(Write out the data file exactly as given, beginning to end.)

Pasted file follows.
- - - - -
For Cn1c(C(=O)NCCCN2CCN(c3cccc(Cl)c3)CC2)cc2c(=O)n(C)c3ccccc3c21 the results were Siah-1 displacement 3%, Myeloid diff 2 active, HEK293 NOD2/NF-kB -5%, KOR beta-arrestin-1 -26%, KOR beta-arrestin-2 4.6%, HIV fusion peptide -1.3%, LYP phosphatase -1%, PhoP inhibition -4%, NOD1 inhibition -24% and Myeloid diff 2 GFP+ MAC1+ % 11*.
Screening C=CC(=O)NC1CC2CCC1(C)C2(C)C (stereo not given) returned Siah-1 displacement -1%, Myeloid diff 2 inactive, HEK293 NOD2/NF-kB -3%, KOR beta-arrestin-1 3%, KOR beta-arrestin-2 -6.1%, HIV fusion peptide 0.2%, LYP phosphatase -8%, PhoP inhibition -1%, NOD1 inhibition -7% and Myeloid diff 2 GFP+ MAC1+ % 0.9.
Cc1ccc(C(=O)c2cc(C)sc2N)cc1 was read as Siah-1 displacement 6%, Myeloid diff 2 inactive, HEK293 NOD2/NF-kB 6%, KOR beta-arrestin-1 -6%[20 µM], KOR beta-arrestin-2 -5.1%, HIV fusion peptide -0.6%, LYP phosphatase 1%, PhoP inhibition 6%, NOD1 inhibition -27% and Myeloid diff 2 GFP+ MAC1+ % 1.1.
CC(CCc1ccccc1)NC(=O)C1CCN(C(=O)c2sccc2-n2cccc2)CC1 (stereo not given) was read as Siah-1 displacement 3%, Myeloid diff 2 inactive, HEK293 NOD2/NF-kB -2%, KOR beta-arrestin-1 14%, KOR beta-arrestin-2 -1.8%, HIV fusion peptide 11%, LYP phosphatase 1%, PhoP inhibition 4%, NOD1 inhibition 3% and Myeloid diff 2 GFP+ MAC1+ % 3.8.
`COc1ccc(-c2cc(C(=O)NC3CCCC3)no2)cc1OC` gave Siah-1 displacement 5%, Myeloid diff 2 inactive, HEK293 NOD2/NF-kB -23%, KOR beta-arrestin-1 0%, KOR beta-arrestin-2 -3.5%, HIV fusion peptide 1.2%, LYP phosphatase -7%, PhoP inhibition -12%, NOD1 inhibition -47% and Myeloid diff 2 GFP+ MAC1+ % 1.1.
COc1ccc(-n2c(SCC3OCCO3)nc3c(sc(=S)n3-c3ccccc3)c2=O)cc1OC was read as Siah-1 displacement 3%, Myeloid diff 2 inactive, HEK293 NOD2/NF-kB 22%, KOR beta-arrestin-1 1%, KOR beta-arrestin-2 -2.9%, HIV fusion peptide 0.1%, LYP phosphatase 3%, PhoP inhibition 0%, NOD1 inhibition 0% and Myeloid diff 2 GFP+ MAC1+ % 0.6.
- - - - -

For Cn1c(C(=O)NCCCN2CCN(c3cccc(Cl)c3)CC2)cc2c(=O)n(C)c3ccccc3c21 the results were Siah-1 displacement 3%, Myeloid diff 2 active, HEK293 NOD2/NF-kB -5%, KOR beta-arrestin-1 -26%, KOR beta-arrestin-2 4.6%, HIV fusion peptide -1.3%, LYP phosphatase -1%, PhoP inhibition -4%, NOD1 inhibition -24% and Myeloid diff 2 GFP+ MAC1+ % 11*.
Screening C=CC(=O)NC1CC2CCC1(C)C2(C)C (stereo not given) returned Siah-1 displacement -1%, Myeloid diff 2 inactive, HEK293 NOD2/NF-kB -3%, KOR beta-arrestin-1 3%, KOR beta-arrestin-2 -6.1%, HIV fusion peptide 0.2%, LYP phosphatase -8%, PhoP inhibition -1%, NOD1 inhibition -7% and Myeloid diff 2 GFP+ MAC1+ % 0.9.
Cc1ccc(C(=O)c2cc(C)sc2N)cc1 was read as Siah-1 displacement 6%, Myeloid diff 2 inactive, HEK293 NOD2/NF-kB 6%, KOR beta-arrestin-1 -6%[20 µM], KOR beta-arrestin-2 -5.1%, HIV fusion peptide -0.6%, LYP phosphatase 1%, PhoP inhibition 6%, NOD1 inhibition -27% and Myeloid diff 2 GFP+ MAC1+ % 1.1.
CC(CCc1ccccc1)NC(=O)C1CCN(C(=O)c2sccc2-n2cccc2)CC1 (stereo not given) was read as Siah-1 displacement 3%, Myeloid diff 2 inactive, HEK293 NOD2/NF-kB -2%, KOR beta-arrestin-1 14%, KOR beta-arrestin-2 -1.8%, HIV fusion peptide 11%, LYP phosphatase 1%, PhoP inhibition 4%, NOD1 inhibition 3% and Myeloid diff 2 GFP+ MAC1+ % 3.8.
`COc1ccc(-c2cc(C(=O)NC3CCCC3)no2)cc1OC` gave Siah-1 displacement 5%, Myeloid diff 2 inactive, HEK293 NOD2/NF-kB -23%, KOR beta-arrestin-1 0%, KOR beta-arrestin-2 -3.5%, HIV fusion peptide 1.2%, LYP phosphatase -7%, PhoP inhibition -12%, NOD1 inhibition -47% and Myeloid diff 2 GFP+ MAC1+ % 1.1.
COc1ccc(-n2c(SCC3OCCO3)nc3c(sc(=S)n3-c3ccccc3)c2=O)cc1OC was read as Siah-1 displacement 3%, Myeloid diff 2 inactive, HEK293 NOD2/NF-kB 22%, KOR beta-arrestin-1 1%, KOR beta-arrestin-2 -2.9%, HIV fusion peptide 0.1%, LYP phosphatase 3%, PhoP inhibition 0%, NOD1 inhibition 0% and Myeloid diff 2 GFP+ MAC1+ % 0.6.